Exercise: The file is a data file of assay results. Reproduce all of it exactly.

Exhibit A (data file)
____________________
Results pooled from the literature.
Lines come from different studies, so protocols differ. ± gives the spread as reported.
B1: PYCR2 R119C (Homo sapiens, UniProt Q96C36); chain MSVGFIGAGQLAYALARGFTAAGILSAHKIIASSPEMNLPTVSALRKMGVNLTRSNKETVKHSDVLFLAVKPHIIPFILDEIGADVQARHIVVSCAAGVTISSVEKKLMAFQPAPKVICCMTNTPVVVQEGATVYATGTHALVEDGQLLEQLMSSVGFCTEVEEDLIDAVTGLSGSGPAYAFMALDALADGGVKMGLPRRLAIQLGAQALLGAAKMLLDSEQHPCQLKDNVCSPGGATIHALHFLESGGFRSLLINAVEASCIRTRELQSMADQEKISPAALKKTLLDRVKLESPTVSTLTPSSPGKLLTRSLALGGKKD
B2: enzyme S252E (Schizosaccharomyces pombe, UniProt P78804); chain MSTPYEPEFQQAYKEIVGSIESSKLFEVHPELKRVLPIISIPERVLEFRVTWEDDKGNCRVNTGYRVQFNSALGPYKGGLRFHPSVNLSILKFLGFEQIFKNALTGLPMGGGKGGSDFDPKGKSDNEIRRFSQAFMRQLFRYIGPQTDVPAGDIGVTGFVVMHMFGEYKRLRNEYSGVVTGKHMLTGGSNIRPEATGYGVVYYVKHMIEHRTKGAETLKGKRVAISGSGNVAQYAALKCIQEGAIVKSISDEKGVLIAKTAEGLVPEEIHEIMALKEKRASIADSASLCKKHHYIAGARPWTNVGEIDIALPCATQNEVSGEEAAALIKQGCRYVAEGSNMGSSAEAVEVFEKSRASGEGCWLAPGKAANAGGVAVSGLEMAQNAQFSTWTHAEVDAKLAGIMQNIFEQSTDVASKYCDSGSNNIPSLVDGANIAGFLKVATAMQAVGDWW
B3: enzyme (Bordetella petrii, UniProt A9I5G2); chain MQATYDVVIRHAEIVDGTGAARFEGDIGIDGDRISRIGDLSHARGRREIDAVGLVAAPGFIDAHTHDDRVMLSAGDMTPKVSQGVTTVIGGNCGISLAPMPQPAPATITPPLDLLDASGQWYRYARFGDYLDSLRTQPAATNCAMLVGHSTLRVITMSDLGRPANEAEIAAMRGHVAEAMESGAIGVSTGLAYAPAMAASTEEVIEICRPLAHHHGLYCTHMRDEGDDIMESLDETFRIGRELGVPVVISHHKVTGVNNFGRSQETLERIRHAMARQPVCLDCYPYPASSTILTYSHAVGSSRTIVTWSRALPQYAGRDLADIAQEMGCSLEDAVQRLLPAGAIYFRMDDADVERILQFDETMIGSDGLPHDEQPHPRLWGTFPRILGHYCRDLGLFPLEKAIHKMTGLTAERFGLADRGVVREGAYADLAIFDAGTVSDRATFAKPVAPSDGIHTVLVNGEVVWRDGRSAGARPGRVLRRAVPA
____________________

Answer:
Results pooled from the literature.
Lines come from different studies, so protocols differ. ± gives the spread as reported.
B1: PYCR2 R119C (Homo sapiens, UniProt Q96C36); chain MSVGFIGAGQLAYALARGFTAAGILSAHKIIASSPEMNLPTVSALRKMGVNLTRSNKETVKHSDVLFLAVKPHIIPFILDEIGADVQARHIVVSCAAGVTISSVEKKLMAFQPAPKVICCMTNTPVVVQEGATVYATGTHALVEDGQLLEQLMSSVGFCTEVEEDLIDAVTGLSGSGPAYAFMALDALADGGVKMGLPRRLAIQLGAQALLGAAKMLLDSEQHPCQLKDNVCSPGGATIHALHFLESGGFRSLLINAVEASCIRTRELQSMADQEKISPAALKKTLLDRVKLESPTVSTLTPSSPGKLLTRSLALGGKKD
B2: enzyme S252E (Schizosaccharomyces pombe, UniProt P78804); chain MSTPYEPEFQQAYKEIVGSIESSKLFEVHPELKRVLPIISIPERVLEFRVTWEDDKGNCRVNTGYRVQFNSALGPYKGGLRFHPSVNLSILKFLGFEQIFKNALTGLPMGGGKGGSDFDPKGKSDNEIRRFSQAFMRQLFRYIGPQTDVPAGDIGVTGFVVMHMFGEYKRLRNEYSGVVTGKHMLTGGSNIRPEATGYGVVYYVKHMIEHRTKGAETLKGKRVAISGSGNVAQYAALKCIQEGAIVKSISDEKGVLIAKTAEGLVPEEIHEIMALKEKRASIADSASLCKKHHYIAGARPWTNVGEIDIALPCATQNEVSGEEAAALIKQGCRYVAEGSNMGSSAEAVEVFEKSRASGEGCWLAPGKAANAGGVAVSGLEMAQNAQFSTWTHAEVDAKLAGIMQNIFEQSTDVASKYCDSGSNNIPSLVDGANIAGFLKVATAMQAVGDWW
B3: enzyme (Bordetella petrii, UniProt A9I5G2); chain MQATYDVVIRHAEIVDGTGAARFEGDIGIDGDRISRIGDLSHARGRREIDAVGLVAAPGFIDAHTHDDRVMLSAGDMTPKVSQGVTTVIGGNCGISLAPMPQPAPATITPPLDLLDASGQWYRYARFGDYLDSLRTQPAATNCAMLVGHSTLRVITMSDLGRPANEAEIAAMRGHVAEAMESGAIGVSTGLAYAPAMAASTEEVIEICRPLAHHHGLYCTHMRDEGDDIMESLDETFRIGRELGVPVVISHHKVTGVNNFGRSQETLERIRHAMARQPVCLDCYPYPASSTILTYSHAVGSSRTIVTWSRALPQYAGRDLADIAQEMGCSLEDAVQRLLPAGAIYFRMDDADVERILQFDETMIGSDGLPHDEQPHPRLWGTFPRILGHYCRDLGLFPLEKAIHKMTGLTAERFGLADRGVVREGAYADLAIFDAGTVSDRATFAKPVAPSDGIHTVLVNGEVVWRDGRSAGARPGRVLRRAVPA